Jason Wu was catapulted to fame a little over a year ago when Michelle Obama wore a gown of his to the inaugural ball, and Wu seems to be wooing the First Lady again with his latest collection.

This dress would work with a pair of Mrs. Obama's ever-present flats and J.Crew cardigan. I can even envision her wearing it with her Alaia belt.
This mustardy-gold color has been lovely on Mrs. Obama in the past, and the off the shoulder asymmetry would show off her famous biceps.
This dress would be a riskier move for Mrs. Obama, but it's not riskier than the Narciso Rodriguez dress she wore on election night 2008. Besides, the conservative silhouette makes the gilding a lot easier to pull off.

11 February 2010

Wintour on McQueen

"We are devastated to learn of the death of Alexander McQueen, one of the greatest talents of his generation. He brought a uniquely British sense of daring and aesthetic fearlessness to the global stage of fashion. In such a short career, Alexander McQueen’s influence was astonishing — from street style, to music culture and the world’s museums. His passing marks an insurmountable loss."

RIP Alexander McQueen

He was brilliant and his work was consistently beautiful, original, and fearless. His clothes were regal, theatrical, ornate, historical but timely, and above all, never trendy. His death is tragic, and there is now a void of creativity in the fashion world that none could fill like he did.Read his obituary in the Times.

06 February 2010

Anticipating Reed Krakoff

Marc Jacobs has been the de facto face of American design for a while, but not since the days of grunge has his work been idiosyncratically American. Lately, his work has been overshadowed by his frequent tabloid presence. Zac Posen was thought, for a time, to be the new wunderkind of American design with the potential for knocking Marc Jacobs off his throne, but his star seems to have fallen. Thakoon is a fashion darling, but my impression is that his fame is due in large part to his youth and the consistently high quality of his work, rather than his exceptional talent for innovation. Older American designers rely on heavy-handed, sometimes literal flag-waving (Ralph Lauren, Tommy Hilfiger), but their designs are too cautious and conservative to be pioneering. Ditto Donna Karan and others, whose work is good, to be sure, but whose inventiveness is debatable.

After Reed Krakoff's fashion week debut in less than two weeks, the fashion world may have a new American design pioneer. The level of anticipation surrounding his show is palpable, and the amount of press it's receiving is a testament to that fact. Once the reviews are in, critics may find themselves shouting a collective "Go West!", and New York could reclaim its place as the global fashion capital, paving the design path for the new decade. But there's no telling till the last model walks down the RK runway, so stay tuned.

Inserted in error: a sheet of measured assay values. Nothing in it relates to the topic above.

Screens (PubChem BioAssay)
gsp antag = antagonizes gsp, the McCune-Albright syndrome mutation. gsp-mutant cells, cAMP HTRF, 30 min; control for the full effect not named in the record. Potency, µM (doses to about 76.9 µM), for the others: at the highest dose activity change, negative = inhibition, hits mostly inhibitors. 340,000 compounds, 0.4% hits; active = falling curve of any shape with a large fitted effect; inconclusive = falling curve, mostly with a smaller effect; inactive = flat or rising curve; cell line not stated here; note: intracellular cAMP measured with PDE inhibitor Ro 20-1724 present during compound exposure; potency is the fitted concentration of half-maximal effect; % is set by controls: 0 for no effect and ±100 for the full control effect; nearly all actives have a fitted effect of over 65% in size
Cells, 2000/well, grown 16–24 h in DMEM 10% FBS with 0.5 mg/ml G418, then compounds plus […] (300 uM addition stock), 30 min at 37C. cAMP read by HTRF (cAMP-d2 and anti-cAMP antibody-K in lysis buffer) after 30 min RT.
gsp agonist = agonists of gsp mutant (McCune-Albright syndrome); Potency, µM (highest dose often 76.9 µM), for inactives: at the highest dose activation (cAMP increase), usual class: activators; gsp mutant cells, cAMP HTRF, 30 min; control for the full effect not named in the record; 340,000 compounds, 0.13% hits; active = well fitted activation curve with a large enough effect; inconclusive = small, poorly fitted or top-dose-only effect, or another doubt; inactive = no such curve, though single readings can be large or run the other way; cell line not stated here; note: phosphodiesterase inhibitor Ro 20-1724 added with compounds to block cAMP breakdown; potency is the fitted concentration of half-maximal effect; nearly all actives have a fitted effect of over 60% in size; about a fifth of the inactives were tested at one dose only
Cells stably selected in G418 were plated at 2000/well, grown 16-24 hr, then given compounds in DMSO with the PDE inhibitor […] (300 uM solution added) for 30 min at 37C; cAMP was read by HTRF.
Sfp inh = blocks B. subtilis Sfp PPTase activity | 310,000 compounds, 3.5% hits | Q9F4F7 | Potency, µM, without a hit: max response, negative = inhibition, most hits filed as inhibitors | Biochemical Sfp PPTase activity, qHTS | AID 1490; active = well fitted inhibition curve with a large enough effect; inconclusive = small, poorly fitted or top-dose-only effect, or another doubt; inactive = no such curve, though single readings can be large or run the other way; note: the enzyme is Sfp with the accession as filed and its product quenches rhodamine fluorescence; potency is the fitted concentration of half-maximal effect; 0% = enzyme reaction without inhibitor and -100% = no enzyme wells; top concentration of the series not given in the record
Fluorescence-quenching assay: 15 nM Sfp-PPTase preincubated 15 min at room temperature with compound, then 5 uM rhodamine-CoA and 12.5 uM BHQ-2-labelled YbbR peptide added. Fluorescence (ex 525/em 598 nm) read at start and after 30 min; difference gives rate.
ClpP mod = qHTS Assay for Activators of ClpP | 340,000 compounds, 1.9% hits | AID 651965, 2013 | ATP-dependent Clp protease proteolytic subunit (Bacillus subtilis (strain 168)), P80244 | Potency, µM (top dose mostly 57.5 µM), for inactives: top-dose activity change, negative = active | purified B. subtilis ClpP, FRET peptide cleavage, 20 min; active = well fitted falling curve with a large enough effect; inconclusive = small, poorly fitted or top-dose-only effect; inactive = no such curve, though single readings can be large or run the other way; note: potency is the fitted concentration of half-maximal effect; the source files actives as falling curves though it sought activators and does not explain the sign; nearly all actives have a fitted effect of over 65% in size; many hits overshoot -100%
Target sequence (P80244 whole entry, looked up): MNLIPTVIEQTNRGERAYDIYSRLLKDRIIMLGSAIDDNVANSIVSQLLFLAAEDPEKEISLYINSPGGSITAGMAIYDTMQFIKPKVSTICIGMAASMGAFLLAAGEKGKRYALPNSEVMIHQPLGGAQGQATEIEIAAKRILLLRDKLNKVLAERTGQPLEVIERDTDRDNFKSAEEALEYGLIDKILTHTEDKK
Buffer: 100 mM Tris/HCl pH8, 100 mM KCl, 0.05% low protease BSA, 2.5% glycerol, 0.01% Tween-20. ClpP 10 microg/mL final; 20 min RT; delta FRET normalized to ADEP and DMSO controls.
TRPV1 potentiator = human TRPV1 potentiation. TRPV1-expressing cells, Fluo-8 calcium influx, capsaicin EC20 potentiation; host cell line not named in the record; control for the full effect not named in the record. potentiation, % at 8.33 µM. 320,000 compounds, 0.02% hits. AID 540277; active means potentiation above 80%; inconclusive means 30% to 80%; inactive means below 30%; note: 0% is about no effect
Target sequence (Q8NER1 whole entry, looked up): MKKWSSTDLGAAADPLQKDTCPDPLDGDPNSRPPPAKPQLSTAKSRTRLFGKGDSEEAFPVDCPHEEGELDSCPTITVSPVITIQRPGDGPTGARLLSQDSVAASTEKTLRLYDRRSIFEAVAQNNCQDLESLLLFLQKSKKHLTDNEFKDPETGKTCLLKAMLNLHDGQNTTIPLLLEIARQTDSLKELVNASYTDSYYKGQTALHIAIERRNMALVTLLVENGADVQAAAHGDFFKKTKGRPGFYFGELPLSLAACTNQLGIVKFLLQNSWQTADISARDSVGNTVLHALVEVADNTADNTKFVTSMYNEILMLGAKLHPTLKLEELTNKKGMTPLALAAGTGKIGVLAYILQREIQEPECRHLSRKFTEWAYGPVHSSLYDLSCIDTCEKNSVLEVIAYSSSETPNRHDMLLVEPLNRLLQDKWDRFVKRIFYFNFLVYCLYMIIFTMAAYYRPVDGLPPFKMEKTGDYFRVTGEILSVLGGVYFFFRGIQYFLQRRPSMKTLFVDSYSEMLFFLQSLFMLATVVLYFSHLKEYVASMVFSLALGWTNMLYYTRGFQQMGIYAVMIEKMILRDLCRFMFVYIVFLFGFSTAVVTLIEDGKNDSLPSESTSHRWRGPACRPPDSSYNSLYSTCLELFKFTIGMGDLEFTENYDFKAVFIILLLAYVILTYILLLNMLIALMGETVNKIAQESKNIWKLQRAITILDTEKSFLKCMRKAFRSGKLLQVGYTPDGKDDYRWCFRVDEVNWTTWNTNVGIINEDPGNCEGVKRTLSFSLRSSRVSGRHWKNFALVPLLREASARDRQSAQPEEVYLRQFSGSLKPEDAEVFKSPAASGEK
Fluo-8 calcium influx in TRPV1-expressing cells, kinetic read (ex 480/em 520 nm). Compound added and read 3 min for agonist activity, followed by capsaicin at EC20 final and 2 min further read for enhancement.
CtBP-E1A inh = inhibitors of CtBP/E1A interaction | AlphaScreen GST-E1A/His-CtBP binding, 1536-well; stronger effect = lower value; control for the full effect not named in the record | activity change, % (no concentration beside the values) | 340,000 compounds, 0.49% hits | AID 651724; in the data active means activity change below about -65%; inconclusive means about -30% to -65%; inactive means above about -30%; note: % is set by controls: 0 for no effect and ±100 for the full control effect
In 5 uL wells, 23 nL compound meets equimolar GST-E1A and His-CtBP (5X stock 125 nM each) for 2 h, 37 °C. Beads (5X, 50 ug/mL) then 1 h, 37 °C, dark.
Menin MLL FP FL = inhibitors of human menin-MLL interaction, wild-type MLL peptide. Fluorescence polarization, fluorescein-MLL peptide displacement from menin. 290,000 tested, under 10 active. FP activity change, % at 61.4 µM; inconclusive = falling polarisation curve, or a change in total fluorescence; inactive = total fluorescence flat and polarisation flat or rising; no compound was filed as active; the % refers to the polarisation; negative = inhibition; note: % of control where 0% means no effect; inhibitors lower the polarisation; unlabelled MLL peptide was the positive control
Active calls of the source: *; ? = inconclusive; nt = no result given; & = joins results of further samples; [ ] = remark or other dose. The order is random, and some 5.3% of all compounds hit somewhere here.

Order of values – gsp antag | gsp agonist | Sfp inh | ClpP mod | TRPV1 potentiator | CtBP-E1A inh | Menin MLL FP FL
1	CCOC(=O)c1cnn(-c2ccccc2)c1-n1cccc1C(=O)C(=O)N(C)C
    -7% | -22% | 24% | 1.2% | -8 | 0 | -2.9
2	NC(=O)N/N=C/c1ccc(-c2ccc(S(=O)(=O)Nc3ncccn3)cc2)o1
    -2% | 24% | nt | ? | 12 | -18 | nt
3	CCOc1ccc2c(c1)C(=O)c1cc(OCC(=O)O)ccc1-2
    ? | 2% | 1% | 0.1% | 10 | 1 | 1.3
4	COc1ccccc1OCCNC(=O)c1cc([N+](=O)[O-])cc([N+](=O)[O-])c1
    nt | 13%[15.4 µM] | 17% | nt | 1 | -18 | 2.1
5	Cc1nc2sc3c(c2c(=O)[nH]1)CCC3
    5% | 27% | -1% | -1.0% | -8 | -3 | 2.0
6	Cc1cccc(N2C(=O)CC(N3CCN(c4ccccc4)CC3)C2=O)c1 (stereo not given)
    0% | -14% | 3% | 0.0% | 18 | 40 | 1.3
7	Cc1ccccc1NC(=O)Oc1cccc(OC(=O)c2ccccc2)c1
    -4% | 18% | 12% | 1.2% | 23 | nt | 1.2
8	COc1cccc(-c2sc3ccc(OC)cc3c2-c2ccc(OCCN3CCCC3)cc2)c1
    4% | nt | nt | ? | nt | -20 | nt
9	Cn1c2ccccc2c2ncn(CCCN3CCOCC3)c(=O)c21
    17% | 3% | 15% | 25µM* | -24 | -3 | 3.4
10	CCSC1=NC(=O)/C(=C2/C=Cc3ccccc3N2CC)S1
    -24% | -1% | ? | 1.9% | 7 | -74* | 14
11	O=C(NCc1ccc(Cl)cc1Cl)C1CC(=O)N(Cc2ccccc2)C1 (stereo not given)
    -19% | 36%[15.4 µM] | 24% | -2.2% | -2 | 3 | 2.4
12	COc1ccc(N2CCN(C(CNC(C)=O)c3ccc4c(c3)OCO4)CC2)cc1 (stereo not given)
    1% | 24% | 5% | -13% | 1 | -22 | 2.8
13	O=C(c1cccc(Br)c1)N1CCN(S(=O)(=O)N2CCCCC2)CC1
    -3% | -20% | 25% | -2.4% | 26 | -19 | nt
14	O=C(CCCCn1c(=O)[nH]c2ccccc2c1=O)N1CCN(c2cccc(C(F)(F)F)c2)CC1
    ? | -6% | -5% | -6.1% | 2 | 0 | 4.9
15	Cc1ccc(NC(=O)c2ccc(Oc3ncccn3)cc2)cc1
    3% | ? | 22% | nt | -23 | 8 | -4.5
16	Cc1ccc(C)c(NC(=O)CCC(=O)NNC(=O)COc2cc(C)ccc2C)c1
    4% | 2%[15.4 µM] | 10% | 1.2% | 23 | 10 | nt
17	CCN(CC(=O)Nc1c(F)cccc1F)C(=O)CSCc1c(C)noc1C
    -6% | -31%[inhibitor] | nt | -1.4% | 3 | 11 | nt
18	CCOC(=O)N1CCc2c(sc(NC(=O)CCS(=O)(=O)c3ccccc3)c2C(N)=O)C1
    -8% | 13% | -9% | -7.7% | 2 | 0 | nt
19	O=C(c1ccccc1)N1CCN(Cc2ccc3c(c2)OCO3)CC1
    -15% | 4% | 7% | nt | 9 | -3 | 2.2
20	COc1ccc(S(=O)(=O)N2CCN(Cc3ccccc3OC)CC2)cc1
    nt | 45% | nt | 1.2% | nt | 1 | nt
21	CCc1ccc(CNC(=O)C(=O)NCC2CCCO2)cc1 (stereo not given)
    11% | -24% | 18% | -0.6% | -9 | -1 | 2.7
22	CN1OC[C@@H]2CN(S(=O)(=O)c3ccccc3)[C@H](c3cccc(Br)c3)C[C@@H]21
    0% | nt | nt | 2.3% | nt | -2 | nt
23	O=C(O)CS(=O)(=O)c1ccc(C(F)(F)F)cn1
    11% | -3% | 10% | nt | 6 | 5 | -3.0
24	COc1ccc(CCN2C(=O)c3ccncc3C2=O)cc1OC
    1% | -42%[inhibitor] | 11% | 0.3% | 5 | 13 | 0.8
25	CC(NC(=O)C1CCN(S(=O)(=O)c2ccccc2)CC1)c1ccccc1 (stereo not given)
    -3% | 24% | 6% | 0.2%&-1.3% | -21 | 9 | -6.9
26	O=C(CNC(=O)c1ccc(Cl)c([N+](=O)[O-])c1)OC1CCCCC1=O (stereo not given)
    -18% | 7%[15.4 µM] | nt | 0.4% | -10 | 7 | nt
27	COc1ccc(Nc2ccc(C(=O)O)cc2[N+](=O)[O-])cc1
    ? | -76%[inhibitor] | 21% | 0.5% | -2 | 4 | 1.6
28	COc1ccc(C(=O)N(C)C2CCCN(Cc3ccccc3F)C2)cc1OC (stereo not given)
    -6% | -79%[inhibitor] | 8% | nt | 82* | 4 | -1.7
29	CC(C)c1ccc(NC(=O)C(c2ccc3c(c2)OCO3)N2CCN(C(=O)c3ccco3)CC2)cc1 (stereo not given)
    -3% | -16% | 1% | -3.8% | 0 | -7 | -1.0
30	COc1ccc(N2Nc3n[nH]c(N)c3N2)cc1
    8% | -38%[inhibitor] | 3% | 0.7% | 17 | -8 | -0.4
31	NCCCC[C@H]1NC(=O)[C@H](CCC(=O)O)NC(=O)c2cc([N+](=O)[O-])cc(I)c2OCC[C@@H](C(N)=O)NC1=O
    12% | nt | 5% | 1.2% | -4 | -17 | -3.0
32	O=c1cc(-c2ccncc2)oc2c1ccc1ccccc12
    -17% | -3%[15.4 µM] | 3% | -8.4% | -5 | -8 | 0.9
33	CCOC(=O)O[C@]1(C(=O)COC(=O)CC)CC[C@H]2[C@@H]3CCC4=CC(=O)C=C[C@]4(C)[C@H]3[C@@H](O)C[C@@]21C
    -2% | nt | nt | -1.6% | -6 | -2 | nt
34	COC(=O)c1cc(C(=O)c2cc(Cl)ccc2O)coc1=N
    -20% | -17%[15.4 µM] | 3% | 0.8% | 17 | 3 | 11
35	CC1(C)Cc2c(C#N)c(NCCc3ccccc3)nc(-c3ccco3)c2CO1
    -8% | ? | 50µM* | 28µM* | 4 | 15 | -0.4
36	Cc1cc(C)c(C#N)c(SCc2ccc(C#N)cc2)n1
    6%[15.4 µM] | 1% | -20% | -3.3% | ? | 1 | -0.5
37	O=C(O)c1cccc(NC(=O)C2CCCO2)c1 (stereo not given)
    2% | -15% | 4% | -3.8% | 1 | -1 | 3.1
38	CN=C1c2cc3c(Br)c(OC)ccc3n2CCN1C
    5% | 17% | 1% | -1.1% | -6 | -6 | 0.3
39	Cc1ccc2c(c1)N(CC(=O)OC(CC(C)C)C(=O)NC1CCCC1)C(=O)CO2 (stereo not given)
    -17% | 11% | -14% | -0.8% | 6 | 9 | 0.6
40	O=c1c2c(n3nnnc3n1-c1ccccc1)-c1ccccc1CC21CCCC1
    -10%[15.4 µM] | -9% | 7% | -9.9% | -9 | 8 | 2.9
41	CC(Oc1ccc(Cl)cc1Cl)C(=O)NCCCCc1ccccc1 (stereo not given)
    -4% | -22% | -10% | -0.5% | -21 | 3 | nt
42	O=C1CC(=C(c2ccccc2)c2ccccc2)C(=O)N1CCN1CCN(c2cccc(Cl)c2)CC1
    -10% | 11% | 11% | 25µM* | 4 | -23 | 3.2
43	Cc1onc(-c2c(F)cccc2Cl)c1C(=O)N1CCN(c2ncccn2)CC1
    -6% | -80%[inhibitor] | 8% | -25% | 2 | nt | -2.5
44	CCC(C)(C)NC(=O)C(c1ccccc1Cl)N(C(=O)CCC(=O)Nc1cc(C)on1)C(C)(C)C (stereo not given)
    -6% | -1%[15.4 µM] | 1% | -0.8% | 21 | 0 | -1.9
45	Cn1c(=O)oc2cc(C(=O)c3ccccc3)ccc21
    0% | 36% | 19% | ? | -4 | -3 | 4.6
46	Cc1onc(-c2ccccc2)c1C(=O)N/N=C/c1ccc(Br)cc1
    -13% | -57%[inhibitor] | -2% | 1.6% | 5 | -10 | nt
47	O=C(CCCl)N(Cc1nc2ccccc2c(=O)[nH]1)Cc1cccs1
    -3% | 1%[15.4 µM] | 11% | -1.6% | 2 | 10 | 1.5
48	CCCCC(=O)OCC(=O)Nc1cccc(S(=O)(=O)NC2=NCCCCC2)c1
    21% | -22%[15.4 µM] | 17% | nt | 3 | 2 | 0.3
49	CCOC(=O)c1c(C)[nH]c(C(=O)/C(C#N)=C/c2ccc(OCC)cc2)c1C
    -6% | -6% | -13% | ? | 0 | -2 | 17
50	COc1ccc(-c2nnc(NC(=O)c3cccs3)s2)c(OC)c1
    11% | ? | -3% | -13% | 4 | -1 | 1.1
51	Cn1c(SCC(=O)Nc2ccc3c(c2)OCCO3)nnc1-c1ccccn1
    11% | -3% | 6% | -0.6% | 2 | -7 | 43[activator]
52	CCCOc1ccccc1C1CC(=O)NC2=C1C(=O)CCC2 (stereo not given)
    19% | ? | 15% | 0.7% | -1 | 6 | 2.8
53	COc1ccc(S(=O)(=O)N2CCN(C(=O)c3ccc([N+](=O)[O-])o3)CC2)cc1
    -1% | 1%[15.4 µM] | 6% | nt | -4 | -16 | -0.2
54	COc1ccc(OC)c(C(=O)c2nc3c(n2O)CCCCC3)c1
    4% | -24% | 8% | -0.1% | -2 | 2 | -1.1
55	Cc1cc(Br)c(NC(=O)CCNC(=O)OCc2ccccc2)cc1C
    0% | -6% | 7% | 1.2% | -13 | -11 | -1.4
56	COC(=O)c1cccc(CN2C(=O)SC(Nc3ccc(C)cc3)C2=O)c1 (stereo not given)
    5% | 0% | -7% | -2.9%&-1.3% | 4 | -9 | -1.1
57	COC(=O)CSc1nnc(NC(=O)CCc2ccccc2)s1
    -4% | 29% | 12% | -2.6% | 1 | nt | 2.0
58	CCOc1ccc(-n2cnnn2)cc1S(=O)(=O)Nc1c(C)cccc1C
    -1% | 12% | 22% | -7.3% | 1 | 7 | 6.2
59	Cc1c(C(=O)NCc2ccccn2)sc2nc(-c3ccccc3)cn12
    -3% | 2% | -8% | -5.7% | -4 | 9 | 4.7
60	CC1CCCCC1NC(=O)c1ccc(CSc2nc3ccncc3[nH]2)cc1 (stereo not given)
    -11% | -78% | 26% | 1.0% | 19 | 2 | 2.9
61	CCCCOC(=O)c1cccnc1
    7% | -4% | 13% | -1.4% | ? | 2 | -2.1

"Art, design, and architecture influence everything I do... Right now, for me it's about re-embracing design that is unmistakably American—reimagining and reconfiguring it, while simultaneously elevating it, in a way." Regarding this image of a Lee Bontecou sculpture, Reed Krakoff said, "I'm really feeling for these kind of naive, industrial textures, but executed in a more refined, unexpected way." - Vogue

05 February 2010

The September Issue

The DVD of The September Issue is being released on the 23rd. When I saw it in the theater last year, I was frustrated by its overemphasis on the editorial process and its glossing over of moments that could've proved to be liminal and profoundly revealing of its central character. Although it was interesting to see Anna Wintour's selection process and the actual construction of a September Vogue issue, the subtext of the whole film was, supposedly, to provide insight into what makes Ms. Wintour function, and even -- some might say -- to humanize her.

Though her choices are interesting, more interesting is why she makes the choices she does. There is a particularly poignant moment in the film, in which she refers to the disparate career paths of herself and her siblings. Without ever changing her facial expression or tone, she seems to reveal a bitter sibling rivalry. She says, flatly and maybe sarcastically, that her siblings are saving the world, and they find her work vapid and meaningless.

I was stunned by her comment. As a middle child with five competitive siblings, this information was hugely revealing as it illuminated a great deal to me about Ms. Wintour's M.O.. But apparently it was not even slightly compelling to the director, R.J. Cutler, who let it come and go without comment and never returned to it. He seemed to find the dynamic between Grace Coddington and Ms. Wintour to be far more deserving of attention, and though it was interesting, how much more compelling would it have been if we were to have learned that Anna Wintour's decisions are influenced by a fierce desire to prove to her siblings, and the world, that fashion is neither vapid nor meaningless; or that it is, but who cares anyway when it is the source of her power?

Sophie Srej

It's been a while since I got excited about a model, but Hungarian model Sophie Srej has changed that.
I actually met her through mutual friends when she had only recently moved to New York and spoke just a few words of English. (Here we are in the Fall of 2008.)And look at her now, on Rodarte's runway! I was actually just flipping through the March issue of Marie Claire and came across a picture of her from this show. Keep your eye out for her! She's stunning, and clearly versatile.

03 February 2010


Okay, I promise I'll give Mario Testino a break soon, but I've been reading a lot about him lately. Despite being a big fan of his, I never realized he was born in Peru, and in fact has a photography book called Lima, Peru, which looks fantastic.

I was in Peru last year and found it absolutely breathtaking. It's no wonder people flock to it.During an interview with The Independent, Mr. Testino said, "I grew up in Peru in a very conventional Catholic upbringing, so sex was a taboo. But at the same time it was the 1960s; the sexual revolution. So I'm a contradiction."

Danish-Peruvian Helena Christensen was in Peru last year on behalf of Oxfam to document the effects of climate change in the country.

Read more about it here.